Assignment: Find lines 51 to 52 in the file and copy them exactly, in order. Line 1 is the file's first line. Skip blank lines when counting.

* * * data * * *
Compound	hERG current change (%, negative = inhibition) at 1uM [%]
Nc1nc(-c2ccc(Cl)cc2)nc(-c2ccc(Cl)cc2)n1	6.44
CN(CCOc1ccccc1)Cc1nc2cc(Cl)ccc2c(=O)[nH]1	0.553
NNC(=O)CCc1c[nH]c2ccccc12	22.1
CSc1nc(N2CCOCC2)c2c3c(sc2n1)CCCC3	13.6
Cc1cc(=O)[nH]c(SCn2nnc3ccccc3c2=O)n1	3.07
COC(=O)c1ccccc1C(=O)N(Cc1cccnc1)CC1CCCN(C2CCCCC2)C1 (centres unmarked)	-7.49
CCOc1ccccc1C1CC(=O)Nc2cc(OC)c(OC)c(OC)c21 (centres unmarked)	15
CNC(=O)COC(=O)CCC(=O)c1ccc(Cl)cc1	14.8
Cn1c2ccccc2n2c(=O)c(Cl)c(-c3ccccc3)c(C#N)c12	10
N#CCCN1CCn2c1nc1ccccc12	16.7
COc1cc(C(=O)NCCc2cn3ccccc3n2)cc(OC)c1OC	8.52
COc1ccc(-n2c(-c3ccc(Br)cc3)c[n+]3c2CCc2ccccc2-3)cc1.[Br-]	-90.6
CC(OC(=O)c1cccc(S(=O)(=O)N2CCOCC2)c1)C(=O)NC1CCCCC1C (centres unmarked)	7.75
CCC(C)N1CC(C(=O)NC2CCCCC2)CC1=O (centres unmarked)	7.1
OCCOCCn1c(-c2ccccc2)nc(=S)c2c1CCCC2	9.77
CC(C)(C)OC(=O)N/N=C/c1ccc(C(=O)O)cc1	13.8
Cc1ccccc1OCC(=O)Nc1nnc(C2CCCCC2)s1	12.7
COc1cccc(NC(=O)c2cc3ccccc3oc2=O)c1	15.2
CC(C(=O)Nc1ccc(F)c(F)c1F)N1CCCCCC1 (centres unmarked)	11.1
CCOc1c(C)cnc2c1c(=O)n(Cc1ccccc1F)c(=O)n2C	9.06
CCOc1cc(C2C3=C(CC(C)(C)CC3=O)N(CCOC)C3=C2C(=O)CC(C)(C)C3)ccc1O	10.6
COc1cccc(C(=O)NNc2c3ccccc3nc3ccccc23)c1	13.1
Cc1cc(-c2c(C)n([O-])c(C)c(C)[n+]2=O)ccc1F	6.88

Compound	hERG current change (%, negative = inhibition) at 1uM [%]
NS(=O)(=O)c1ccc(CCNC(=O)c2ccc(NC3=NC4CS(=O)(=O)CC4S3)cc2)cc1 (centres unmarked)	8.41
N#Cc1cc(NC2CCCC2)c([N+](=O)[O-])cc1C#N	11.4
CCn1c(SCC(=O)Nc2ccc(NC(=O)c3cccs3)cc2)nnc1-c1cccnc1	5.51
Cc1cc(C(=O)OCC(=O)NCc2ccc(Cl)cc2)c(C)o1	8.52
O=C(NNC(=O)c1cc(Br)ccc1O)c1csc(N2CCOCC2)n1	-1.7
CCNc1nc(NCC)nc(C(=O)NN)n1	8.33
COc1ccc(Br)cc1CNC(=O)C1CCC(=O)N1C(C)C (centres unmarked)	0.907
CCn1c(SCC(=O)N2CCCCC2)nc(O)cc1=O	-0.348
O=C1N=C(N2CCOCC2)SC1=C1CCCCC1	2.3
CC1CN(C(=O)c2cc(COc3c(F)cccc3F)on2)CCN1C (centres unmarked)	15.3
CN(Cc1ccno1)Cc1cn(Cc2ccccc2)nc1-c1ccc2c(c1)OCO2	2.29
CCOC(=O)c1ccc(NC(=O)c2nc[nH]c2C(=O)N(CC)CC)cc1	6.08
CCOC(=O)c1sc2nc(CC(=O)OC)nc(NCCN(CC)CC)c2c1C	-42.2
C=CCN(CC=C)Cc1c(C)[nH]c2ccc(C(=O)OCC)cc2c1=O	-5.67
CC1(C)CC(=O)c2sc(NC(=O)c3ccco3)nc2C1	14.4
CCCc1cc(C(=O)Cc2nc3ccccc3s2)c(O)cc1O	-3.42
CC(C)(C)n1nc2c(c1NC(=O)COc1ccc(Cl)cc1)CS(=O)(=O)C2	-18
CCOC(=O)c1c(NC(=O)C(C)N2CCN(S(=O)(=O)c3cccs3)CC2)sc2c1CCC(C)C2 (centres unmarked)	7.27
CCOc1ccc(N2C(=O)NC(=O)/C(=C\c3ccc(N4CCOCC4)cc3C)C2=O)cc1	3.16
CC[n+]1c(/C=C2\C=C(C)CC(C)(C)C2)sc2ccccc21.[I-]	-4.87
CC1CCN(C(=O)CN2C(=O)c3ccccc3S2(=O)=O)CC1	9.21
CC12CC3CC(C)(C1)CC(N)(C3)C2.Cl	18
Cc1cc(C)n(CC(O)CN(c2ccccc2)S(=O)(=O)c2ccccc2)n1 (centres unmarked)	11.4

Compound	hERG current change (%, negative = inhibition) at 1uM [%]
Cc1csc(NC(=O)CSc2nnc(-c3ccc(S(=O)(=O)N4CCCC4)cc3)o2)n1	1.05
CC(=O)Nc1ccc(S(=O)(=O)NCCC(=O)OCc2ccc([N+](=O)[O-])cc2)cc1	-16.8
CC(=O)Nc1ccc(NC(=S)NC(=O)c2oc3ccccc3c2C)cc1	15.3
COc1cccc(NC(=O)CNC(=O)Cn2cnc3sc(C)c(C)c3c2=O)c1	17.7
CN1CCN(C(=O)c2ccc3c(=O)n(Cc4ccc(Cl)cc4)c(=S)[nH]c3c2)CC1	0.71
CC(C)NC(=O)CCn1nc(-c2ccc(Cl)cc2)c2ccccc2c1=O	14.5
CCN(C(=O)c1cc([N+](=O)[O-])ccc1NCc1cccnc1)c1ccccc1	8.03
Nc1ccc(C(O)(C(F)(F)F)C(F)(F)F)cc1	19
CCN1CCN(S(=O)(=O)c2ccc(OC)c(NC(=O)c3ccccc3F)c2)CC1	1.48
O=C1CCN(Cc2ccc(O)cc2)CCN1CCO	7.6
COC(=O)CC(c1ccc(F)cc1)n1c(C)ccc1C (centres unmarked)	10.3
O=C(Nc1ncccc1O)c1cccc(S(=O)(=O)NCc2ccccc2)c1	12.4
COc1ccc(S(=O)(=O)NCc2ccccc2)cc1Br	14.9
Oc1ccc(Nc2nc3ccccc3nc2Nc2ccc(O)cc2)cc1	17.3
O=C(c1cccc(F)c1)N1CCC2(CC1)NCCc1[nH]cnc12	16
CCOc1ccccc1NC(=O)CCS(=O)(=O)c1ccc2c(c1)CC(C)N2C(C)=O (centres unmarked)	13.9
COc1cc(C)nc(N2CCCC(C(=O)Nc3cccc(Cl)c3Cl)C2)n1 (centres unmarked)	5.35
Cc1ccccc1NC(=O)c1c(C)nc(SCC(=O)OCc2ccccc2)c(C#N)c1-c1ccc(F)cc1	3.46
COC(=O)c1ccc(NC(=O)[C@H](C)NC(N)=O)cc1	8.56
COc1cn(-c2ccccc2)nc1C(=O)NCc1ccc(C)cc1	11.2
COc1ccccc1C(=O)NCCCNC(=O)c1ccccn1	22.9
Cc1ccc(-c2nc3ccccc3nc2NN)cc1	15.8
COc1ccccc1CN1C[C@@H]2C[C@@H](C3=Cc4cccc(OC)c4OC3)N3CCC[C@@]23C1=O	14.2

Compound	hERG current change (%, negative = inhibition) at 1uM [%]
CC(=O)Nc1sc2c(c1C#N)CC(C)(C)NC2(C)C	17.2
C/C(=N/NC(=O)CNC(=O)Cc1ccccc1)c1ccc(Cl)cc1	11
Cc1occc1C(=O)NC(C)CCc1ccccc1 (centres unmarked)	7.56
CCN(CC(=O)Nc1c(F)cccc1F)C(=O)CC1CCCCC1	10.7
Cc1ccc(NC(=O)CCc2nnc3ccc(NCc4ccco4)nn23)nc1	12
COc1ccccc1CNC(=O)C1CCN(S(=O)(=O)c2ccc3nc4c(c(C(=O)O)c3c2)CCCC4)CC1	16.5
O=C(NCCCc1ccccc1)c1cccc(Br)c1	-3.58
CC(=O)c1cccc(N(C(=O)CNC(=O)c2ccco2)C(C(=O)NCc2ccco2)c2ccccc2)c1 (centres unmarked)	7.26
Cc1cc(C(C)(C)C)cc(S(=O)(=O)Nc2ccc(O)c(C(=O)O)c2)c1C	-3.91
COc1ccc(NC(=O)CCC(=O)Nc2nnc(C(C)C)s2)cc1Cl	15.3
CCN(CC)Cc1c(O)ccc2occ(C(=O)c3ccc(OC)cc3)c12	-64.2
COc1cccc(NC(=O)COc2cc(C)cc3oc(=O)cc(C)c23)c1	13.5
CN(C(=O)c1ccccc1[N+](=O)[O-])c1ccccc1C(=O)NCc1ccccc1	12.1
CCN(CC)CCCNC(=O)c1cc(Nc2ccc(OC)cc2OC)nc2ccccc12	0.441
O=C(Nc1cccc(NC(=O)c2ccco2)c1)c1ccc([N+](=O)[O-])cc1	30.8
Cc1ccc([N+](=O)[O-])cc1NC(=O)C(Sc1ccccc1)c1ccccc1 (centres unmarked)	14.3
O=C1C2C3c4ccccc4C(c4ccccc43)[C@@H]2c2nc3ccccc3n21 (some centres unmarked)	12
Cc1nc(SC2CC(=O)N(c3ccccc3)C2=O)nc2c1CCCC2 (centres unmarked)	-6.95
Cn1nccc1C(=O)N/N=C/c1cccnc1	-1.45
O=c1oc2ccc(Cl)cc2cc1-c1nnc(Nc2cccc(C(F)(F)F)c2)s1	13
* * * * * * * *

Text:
CC(=O)Nc1ccc(S(=O)(=O)NCCC(=O)OCc2ccc([N+](=O)[O-])cc2)cc1	-16.8
CC(=O)Nc1ccc(NC(=S)NC(=O)c2oc3ccccc3c2C)cc1	15.3